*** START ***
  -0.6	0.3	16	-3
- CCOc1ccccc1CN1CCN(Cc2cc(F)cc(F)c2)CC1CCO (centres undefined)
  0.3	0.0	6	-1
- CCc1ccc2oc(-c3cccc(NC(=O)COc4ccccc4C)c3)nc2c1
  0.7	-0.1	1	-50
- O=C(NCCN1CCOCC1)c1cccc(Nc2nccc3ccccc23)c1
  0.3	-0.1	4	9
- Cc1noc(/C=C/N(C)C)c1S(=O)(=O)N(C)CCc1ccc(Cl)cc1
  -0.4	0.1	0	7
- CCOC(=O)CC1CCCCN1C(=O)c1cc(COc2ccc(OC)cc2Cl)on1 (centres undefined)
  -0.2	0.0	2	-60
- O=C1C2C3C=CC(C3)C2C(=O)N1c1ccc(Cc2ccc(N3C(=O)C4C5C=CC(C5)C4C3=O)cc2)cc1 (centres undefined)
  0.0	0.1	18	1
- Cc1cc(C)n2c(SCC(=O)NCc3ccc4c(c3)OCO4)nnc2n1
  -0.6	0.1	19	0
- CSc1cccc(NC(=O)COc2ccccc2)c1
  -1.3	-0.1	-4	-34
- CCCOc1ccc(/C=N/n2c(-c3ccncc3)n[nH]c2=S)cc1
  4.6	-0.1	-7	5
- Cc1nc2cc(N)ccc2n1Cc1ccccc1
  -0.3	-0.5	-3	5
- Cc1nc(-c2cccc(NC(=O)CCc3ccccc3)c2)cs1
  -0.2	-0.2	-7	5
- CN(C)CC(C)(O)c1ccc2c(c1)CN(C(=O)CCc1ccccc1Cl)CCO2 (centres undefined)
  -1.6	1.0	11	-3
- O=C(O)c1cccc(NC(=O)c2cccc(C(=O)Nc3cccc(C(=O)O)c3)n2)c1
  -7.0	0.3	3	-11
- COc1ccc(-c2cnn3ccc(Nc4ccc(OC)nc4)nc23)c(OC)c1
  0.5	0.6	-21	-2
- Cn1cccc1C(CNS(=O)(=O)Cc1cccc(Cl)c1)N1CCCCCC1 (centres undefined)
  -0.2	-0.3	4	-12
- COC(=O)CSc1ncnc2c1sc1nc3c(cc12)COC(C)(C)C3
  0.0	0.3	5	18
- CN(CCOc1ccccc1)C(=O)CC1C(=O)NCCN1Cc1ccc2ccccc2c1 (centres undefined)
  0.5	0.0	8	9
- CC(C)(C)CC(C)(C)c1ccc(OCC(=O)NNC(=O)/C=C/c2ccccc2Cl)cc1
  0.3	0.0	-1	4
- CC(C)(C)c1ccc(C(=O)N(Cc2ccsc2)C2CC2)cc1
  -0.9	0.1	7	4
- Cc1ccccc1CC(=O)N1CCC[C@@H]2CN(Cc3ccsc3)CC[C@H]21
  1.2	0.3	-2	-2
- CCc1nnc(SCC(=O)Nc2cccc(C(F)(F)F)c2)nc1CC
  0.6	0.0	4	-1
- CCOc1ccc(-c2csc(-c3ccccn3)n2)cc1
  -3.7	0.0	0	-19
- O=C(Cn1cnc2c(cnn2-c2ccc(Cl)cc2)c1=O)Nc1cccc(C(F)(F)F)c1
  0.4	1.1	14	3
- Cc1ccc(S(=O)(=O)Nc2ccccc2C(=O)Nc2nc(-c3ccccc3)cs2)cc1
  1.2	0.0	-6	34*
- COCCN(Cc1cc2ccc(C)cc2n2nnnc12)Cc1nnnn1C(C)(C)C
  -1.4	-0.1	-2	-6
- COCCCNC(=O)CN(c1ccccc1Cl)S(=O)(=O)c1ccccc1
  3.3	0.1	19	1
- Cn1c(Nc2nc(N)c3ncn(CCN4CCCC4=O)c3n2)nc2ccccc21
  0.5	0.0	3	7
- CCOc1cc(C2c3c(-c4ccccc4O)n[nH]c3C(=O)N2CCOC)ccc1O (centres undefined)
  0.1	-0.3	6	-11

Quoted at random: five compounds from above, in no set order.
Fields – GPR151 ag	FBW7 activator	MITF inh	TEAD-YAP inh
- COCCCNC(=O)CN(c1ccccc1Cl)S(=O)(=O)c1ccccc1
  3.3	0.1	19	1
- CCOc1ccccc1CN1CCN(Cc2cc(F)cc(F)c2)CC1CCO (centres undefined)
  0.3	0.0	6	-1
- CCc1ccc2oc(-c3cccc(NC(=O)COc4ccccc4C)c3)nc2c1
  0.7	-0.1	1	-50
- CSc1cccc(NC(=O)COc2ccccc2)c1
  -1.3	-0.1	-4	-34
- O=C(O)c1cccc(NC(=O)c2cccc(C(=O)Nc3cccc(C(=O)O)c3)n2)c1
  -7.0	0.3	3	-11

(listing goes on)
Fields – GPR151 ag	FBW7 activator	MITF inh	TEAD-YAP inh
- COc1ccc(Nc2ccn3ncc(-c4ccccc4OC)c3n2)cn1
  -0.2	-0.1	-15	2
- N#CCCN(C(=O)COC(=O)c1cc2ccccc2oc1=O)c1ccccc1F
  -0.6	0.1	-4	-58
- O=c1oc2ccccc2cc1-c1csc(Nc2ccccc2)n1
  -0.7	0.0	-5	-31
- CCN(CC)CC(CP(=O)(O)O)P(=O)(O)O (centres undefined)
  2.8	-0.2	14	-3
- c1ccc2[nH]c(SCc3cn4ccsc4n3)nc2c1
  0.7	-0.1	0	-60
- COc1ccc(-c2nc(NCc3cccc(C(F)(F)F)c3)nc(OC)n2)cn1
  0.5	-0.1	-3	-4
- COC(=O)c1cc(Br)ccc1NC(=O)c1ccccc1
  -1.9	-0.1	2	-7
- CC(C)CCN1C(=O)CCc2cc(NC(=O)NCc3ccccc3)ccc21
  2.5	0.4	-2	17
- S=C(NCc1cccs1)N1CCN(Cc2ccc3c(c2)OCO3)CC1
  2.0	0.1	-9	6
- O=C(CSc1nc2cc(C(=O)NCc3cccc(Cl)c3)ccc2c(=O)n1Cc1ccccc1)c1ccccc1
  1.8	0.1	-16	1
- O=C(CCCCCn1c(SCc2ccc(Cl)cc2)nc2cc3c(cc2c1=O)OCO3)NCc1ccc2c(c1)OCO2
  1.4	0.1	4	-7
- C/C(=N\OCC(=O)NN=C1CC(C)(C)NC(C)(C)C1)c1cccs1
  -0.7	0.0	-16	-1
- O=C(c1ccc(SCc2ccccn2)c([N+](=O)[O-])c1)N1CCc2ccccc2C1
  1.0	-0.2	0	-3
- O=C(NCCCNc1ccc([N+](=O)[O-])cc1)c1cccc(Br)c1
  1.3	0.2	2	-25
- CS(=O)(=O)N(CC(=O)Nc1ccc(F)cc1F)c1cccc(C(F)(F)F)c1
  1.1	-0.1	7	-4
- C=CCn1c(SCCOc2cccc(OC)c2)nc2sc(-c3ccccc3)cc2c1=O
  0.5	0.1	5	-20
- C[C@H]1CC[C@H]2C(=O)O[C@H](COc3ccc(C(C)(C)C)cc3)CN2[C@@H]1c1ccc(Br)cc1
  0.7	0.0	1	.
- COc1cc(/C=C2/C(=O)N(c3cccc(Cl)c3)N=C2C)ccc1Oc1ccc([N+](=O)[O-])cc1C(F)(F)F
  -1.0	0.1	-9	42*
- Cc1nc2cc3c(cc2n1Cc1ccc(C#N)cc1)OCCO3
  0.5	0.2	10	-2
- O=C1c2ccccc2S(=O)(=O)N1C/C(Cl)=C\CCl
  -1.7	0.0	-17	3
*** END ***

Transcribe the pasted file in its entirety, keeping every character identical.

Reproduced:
  -0.6	0.3	16	-3
- CCOc1ccccc1CN1CCN(Cc2cc(F)cc(F)c2)CC1CCO (centres undefined)
  0.3	0.0	6	-1
- CCc1ccc2oc(-c3cccc(NC(=O)COc4ccccc4C)c3)nc2c1
  0.7	-0.1	1	-50
- O=C(NCCN1CCOCC1)c1cccc(Nc2nccc3ccccc23)c1
  0.3	-0.1	4	9
- Cc1noc(/C=C/N(C)C)c1S(=O)(=O)N(C)CCc1ccc(Cl)cc1
  -0.4	0.1	0	7
- CCOC(=O)CC1CCCCN1C(=O)c1cc(COc2ccc(OC)cc2Cl)on1 (centres undefined)
  -0.2	0.0	2	-60
- O=C1C2C3C=CC(C3)C2C(=O)N1c1ccc(Cc2ccc(N3C(=O)C4C5C=CC(C5)C4C3=O)cc2)cc1 (centres undefined)
  0.0	0.1	18	1
- Cc1cc(C)n2c(SCC(=O)NCc3ccc4c(c3)OCO4)nnc2n1
  -0.6	0.1	19	0
- CSc1cccc(NC(=O)COc2ccccc2)c1
  -1.3	-0.1	-4	-34
- CCCOc1ccc(/C=N/n2c(-c3ccncc3)n[nH]c2=S)cc1
  4.6	-0.1	-7	5
- Cc1nc2cc(N)ccc2n1Cc1ccccc1
  -0.3	-0.5	-3	5
- Cc1nc(-c2cccc(NC(=O)CCc3ccccc3)c2)cs1
  -0.2	-0.2	-7	5
- CN(C)CC(C)(O)c1ccc2c(c1)CN(C(=O)CCc1ccccc1Cl)CCO2 (centres undefined)
  -1.6	1.0	11	-3
- O=C(O)c1cccc(NC(=O)c2cccc(C(=O)Nc3cccc(C(=O)O)c3)n2)c1
  -7.0	0.3	3	-11
- COc1ccc(-c2cnn3ccc(Nc4ccc(OC)nc4)nc23)c(OC)c1
  0.5	0.6	-21	-2
- Cn1cccc1C(CNS(=O)(=O)Cc1cccc(Cl)c1)N1CCCCCC1 (centres undefined)
  -0.2	-0.3	4	-12
- COC(=O)CSc1ncnc2c1sc1nc3c(cc12)COC(C)(C)C3
  0.0	0.3	5	18
- CN(CCOc1ccccc1)C(=O)CC1C(=O)NCCN1Cc1ccc2ccccc2c1 (centres undefined)
  0.5	0.0	8	9
- CC(C)(C)CC(C)(C)c1ccc(OCC(=O)NNC(=O)/C=C/c2ccccc2Cl)cc1
  0.3	0.0	-1	4
- CC(C)(C)c1ccc(C(=O)N(Cc2ccsc2)C2CC2)cc1
  -0.9	0.1	7	4
- Cc1ccccc1CC(=O)N1CCC[C@@H]2CN(Cc3ccsc3)CC[C@H]21
  1.2	0.3	-2	-2
- CCc1nnc(SCC(=O)Nc2cccc(C(F)(F)F)c2)nc1CC
  0.6	0.0	4	-1
- CCOc1ccc(-c2csc(-c3ccccn3)n2)cc1
  -3.7	0.0	0	-19
- O=C(Cn1cnc2c(cnn2-c2ccc(Cl)cc2)c1=O)Nc1cccc(C(F)(F)F)c1
  0.4	1.1	14	3
- Cc1ccc(S(=O)(=O)Nc2ccccc2C(=O)Nc2nc(-c3ccccc3)cs2)cc1
  1.2	0.0	-6	34*
- COCCN(Cc1cc2ccc(C)cc2n2nnnc12)Cc1nnnn1C(C)(C)C
  -1.4	-0.1	-2	-6
- COCCCNC(=O)CN(c1ccccc1Cl)S(=O)(=O)c1ccccc1
  3.3	0.1	19	1
- Cn1c(Nc2nc(N)c3ncn(CCN4CCCC4=O)c3n2)nc2ccccc21
  0.5	0.0	3	7
- CCOc1cc(C2c3c(-c4ccccc4O)n[nH]c3C(=O)N2CCOC)ccc1O (centres undefined)
  0.1	-0.3	6	-11

Quoted at random: five compounds from above, in no set order.
Fields – GPR151 ag	FBW7 activator	MITF inh	TEAD-YAP inh
- COCCCNC(=O)CN(c1ccccc1Cl)S(=O)(=O)c1ccccc1
  3.3	0.1	19	1
- CCOc1ccccc1CN1CCN(Cc2cc(F)cc(F)c2)CC1CCO (centres undefined)
  0.3	0.0	6	-1
- CCc1ccc2oc(-c3cccc(NC(=O)COc4ccccc4C)c3)nc2c1
  0.7	-0.1	1	-50
- CSc1cccc(NC(=O)COc2ccccc2)c1
  -1.3	-0.1	-4	-34
- O=C(O)c1cccc(NC(=O)c2cccc(C(=O)Nc3cccc(C(=O)O)c3)n2)c1
  -7.0	0.3	3	-11

(listing goes on)
Fields – GPR151 ag	FBW7 activator	MITF inh	TEAD-YAP inh
- COc1ccc(Nc2ccn3ncc(-c4ccccc4OC)c3n2)cn1
  -0.2	-0.1	-15	2
- N#CCCN(C(=O)COC(=O)c1cc2ccccc2oc1=O)c1ccccc1F
  -0.6	0.1	-4	-58
- O=c1oc2ccccc2cc1-c1csc(Nc2ccccc2)n1
  -0.7	0.0	-5	-31
- CCN(CC)CC(CP(=O)(O)O)P(=O)(O)O (centres undefined)
  2.8	-0.2	14	-3
- c1ccc2[nH]c(SCc3cn4ccsc4n3)nc2c1
  0.7	-0.1	0	-60
- COc1ccc(-c2nc(NCc3cccc(C(F)(F)F)c3)nc(OC)n2)cn1
  0.5	-0.1	-3	-4
- COC(=O)c1cc(Br)ccc1NC(=O)c1ccccc1
  -1.9	-0.1	2	-7
- CC(C)CCN1C(=O)CCc2cc(NC(=O)NCc3ccccc3)ccc21
  2.5	0.4	-2	17
- S=C(NCc1cccs1)N1CCN(Cc2ccc3c(c2)OCO3)CC1
  2.0	0.1	-9	6
- O=C(CSc1nc2cc(C(=O)NCc3cccc(Cl)c3)ccc2c(=O)n1Cc1ccccc1)c1ccccc1
  1.8	0.1	-16	1
- O=C(CCCCCn1c(SCc2ccc(Cl)cc2)nc2cc3c(cc2c1=O)OCO3)NCc1ccc2c(c1)OCO2
  1.4	0.1	4	-7
- C/C(=N\OCC(=O)NN=C1CC(C)(C)NC(C)(C)C1)c1cccs1
  -0.7	0.0	-16	-1
- O=C(c1ccc(SCc2ccccn2)c([N+](=O)[O-])c1)N1CCc2ccccc2C1
  1.0	-0.2	0	-3
- O=C(NCCCNc1ccc([N+](=O)[O-])cc1)c1cccc(Br)c1
  1.3	0.2	2	-25
- CS(=O)(=O)N(CC(=O)Nc1ccc(F)cc1F)c1cccc(C(F)(F)F)c1
  1.1	-0.1	7	-4
- C=CCn1c(SCCOc2cccc(OC)c2)nc2sc(-c3ccccc3)cc2c1=O
  0.5	0.1	5	-20
- C[C@H]1CC[C@H]2C(=O)O[C@H](COc3ccc(C(C)(C)C)cc3)CN2[C@@H]1c1ccc(Br)cc1
  0.7	0.0	1	.
- COc1cc(/C=C2/C(=O)N(c3cccc(Cl)c3)N=C2C)ccc1Oc1ccc([N+](=O)[O-])cc1C(F)(F)F
  -1.0	0.1	-9	42*
- Cc1nc2cc3c(cc2n1Cc1ccc(C#N)cc1)OCCO3
  0.5	0.2	10	-2
- O=C1c2ccccc2S(=O)(=O)N1C/C(Cl)=C\CCl
  -1.7	0.0	-17	3